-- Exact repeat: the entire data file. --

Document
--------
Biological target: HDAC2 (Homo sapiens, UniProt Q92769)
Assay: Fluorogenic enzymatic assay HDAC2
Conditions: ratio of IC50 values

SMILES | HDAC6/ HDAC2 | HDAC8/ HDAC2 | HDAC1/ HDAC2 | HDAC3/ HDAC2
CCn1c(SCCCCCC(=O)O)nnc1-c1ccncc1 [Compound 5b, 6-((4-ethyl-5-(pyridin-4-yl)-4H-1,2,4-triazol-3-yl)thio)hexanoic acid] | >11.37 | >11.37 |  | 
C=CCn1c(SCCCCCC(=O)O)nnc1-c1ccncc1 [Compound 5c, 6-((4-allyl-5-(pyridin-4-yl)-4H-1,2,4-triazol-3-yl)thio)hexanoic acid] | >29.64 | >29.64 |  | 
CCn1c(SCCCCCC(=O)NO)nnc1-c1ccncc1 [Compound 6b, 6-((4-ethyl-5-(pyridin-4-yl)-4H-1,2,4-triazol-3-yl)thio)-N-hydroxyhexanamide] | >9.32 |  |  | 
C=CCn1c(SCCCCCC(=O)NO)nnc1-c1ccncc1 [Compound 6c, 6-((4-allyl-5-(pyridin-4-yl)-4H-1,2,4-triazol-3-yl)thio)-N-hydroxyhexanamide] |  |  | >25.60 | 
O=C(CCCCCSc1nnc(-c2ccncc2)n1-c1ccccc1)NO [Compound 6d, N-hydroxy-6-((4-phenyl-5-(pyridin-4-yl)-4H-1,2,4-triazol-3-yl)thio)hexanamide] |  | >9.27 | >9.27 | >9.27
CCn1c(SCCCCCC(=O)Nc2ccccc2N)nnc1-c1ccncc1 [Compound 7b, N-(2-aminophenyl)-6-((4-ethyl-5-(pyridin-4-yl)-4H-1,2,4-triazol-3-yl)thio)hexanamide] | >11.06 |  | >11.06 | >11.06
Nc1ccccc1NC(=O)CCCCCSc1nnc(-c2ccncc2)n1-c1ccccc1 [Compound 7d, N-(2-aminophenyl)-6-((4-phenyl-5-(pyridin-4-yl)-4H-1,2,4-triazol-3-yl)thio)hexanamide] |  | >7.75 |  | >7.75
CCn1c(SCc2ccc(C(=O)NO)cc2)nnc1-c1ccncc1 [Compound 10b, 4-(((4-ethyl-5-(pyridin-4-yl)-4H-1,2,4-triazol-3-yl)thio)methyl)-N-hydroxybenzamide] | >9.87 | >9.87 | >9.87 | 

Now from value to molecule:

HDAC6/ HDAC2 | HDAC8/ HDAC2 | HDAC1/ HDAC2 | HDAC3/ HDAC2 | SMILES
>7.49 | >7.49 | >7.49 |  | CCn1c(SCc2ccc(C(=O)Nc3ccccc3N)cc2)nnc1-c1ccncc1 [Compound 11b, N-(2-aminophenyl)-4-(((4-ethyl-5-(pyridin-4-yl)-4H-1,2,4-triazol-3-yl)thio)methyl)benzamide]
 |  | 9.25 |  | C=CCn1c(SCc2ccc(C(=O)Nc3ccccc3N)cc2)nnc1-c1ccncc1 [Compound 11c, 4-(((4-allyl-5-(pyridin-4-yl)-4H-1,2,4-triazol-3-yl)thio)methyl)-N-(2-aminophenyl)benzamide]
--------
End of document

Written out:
Biological target: HDAC2 (Homo sapiens, UniProt Q92769)
Assay: Fluorogenic enzymatic assay HDAC2
Conditions: ratio of IC50 values

SMILES | HDAC6/ HDAC2 | HDAC8/ HDAC2 | HDAC1/ HDAC2 | HDAC3/ HDAC2
CCn1c(SCCCCCC(=O)O)nnc1-c1ccncc1 [Compound 5b, 6-((4-ethyl-5-(pyridin-4-yl)-4H-1,2,4-triazol-3-yl)thio)hexanoic acid] | >11.37 | >11.37 |  | 
C=CCn1c(SCCCCCC(=O)O)nnc1-c1ccncc1 [Compound 5c, 6-((4-allyl-5-(pyridin-4-yl)-4H-1,2,4-triazol-3-yl)thio)hexanoic acid] | >29.64 | >29.64 |  | 
CCn1c(SCCCCCC(=O)NO)nnc1-c1ccncc1 [Compound 6b, 6-((4-ethyl-5-(pyridin-4-yl)-4H-1,2,4-triazol-3-yl)thio)-N-hydroxyhexanamide] | >9.32 |  |  | 
C=CCn1c(SCCCCCC(=O)NO)nnc1-c1ccncc1 [Compound 6c, 6-((4-allyl-5-(pyridin-4-yl)-4H-1,2,4-triazol-3-yl)thio)-N-hydroxyhexanamide] |  |  | >25.60 | 
O=C(CCCCCSc1nnc(-c2ccncc2)n1-c1ccccc1)NO [Compound 6d, N-hydroxy-6-((4-phenyl-5-(pyridin-4-yl)-4H-1,2,4-triazol-3-yl)thio)hexanamide] |  | >9.27 | >9.27 | >9.27
CCn1c(SCCCCCC(=O)Nc2ccccc2N)nnc1-c1ccncc1 [Compound 7b, N-(2-aminophenyl)-6-((4-ethyl-5-(pyridin-4-yl)-4H-1,2,4-triazol-3-yl)thio)hexanamide] | >11.06 |  | >11.06 | >11.06
Nc1ccccc1NC(=O)CCCCCSc1nnc(-c2ccncc2)n1-c1ccccc1 [Compound 7d, N-(2-aminophenyl)-6-((4-phenyl-5-(pyridin-4-yl)-4H-1,2,4-triazol-3-yl)thio)hexanamide] |  | >7.75 |  | >7.75
CCn1c(SCc2ccc(C(=O)NO)cc2)nnc1-c1ccncc1 [Compound 10b, 4-(((4-ethyl-5-(pyridin-4-yl)-4H-1,2,4-triazol-3-yl)thio)methyl)-N-hydroxybenzamide] | >9.87 | >9.87 | >9.87 | 

Now from value to molecule:

HDAC6/ HDAC2 | HDAC8/ HDAC2 | HDAC1/ HDAC2 | HDAC3/ HDAC2 | SMILES
>7.49 | >7.49 | >7.49 |  | CCn1c(SCc2ccc(C(=O)Nc3ccccc3N)cc2)nnc1-c1ccncc1 [Compound 11b, N-(2-aminophenyl)-4-(((4-ethyl-5-(pyridin-4-yl)-4H-1,2,4-triazol-3-yl)thio)methyl)benzamide]
 |  | 9.25 |  | C=CCn1c(SCc2ccc(C(=O)Nc3ccccc3N)cc2)nnc1-c1ccncc1 [Compound 11c, 4-(((4-allyl-5-(pyridin-4-yl)-4H-1,2,4-triazol-3-yl)thio)methyl)-N-(2-aminophenyl)benzamide]